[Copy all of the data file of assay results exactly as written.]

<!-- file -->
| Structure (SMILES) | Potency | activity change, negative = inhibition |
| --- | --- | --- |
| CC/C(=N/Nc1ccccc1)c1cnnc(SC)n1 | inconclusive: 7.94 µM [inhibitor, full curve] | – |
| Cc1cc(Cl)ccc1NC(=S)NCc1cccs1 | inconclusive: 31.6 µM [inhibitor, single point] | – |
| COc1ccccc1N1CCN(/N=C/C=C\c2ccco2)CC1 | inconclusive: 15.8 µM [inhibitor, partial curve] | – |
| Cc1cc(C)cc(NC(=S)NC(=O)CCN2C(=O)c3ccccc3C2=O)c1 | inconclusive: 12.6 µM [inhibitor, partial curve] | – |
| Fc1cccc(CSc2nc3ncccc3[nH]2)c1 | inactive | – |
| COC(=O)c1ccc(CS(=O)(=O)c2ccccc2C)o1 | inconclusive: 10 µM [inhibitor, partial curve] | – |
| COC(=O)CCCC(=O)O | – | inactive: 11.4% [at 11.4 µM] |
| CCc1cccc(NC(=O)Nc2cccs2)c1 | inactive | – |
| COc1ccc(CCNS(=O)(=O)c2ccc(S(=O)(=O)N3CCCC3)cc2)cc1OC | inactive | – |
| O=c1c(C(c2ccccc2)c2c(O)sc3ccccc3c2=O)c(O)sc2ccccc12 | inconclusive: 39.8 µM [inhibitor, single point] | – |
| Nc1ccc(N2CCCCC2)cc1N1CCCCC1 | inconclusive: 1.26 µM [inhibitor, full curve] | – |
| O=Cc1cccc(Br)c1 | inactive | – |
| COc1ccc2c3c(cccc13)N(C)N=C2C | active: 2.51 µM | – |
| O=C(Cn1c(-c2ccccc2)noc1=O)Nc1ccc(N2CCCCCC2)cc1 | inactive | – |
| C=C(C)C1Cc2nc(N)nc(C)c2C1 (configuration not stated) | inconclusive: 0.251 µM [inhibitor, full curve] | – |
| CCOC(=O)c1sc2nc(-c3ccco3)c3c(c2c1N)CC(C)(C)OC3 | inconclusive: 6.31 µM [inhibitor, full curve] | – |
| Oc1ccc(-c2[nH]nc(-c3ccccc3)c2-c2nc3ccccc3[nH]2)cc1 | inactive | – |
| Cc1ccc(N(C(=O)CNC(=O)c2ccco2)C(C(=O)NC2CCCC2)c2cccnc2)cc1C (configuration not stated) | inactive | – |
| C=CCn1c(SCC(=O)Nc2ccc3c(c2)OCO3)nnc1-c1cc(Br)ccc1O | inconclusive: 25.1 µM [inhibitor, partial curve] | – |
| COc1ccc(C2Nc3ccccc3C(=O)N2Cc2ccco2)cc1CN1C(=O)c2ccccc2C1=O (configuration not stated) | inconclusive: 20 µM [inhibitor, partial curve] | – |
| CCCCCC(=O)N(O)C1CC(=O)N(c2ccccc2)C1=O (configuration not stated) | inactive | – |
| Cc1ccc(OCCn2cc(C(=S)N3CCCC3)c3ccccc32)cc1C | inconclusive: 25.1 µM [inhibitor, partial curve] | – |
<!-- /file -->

| Structure (SMILES) | Potency | activity change, negative = inhibition |
| --- | --- | --- |
| CC/C(=N/Nc1ccccc1)c1cnnc(SC)n1 | inconclusive: 7.94 µM [inhibitor, full curve] | – |
| Cc1cc(Cl)ccc1NC(=S)NCc1cccs1 | inconclusive: 31.6 µM [inhibitor, single point] | – |
| COc1ccccc1N1CCN(/N=C/C=C\c2ccco2)CC1 | inconclusive: 15.8 µM [inhibitor, partial curve] | – |
| Cc1cc(C)cc(NC(=S)NC(=O)CCN2C(=O)c3ccccc3C2=O)c1 | inconclusive: 12.6 µM [inhibitor, partial curve] | – |
| Fc1cccc(CSc2nc3ncccc3[nH]2)c1 | inactive | – |
| COC(=O)c1ccc(CS(=O)(=O)c2ccccc2C)o1 | inconclusive: 10 µM [inhibitor, partial curve] | – |
| COC(=O)CCCC(=O)O | – | inactive: 11.4% [at 11.4 µM] |
| CCc1cccc(NC(=O)Nc2cccs2)c1 | inactive | – |
| COc1ccc(CCNS(=O)(=O)c2ccc(S(=O)(=O)N3CCCC3)cc2)cc1OC | inactive | – |
| O=c1c(C(c2ccccc2)c2c(O)sc3ccccc3c2=O)c(O)sc2ccccc12 | inconclusive: 39.8 µM [inhibitor, single point] | – |
| Nc1ccc(N2CCCCC2)cc1N1CCCCC1 | inconclusive: 1.26 µM [inhibitor, full curve] | – |
| O=Cc1cccc(Br)c1 | inactive | – |
| COc1ccc2c3c(cccc13)N(C)N=C2C | active: 2.51 µM | – |
| O=C(Cn1c(-c2ccccc2)noc1=O)Nc1ccc(N2CCCCCC2)cc1 | inactive | – |
| C=C(C)C1Cc2nc(N)nc(C)c2C1 (configuration not stated) | inconclusive: 0.251 µM [inhibitor, full curve] | – |
| CCOC(=O)c1sc2nc(-c3ccco3)c3c(c2c1N)CC(C)(C)OC3 | inconclusive: 6.31 µM [inhibitor, full curve] | – |
| Oc1ccc(-c2[nH]nc(-c3ccccc3)c2-c2nc3ccccc3[nH]2)cc1 | inactive | – |
| Cc1ccc(N(C(=O)CNC(=O)c2ccco2)C(C(=O)NC2CCCC2)c2cccnc2)cc1C (configuration not stated) | inactive | – |
| C=CCn1c(SCC(=O)Nc2ccc3c(c2)OCO3)nnc1-c1cc(Br)ccc1O | inconclusive: 25.1 µM [inhibitor, partial curve] | – |
| COc1ccc(C2Nc3ccccc3C(=O)N2Cc2ccco2)cc1CN1C(=O)c2ccccc2C1=O (configuration not stated) | inconclusive: 20 µM [inhibitor, partial curve] | – |
| CCCCCC(=O)N(O)C1CC(=O)N(c2ccccc2)C1=O (configuration not stated) | inactive | – |
| Cc1ccc(OCCn2cc(C(=S)N3CCCC3)c3ccccc32)cc1C | inconclusive: 25.1 µM [inhibitor, partial curve] | – |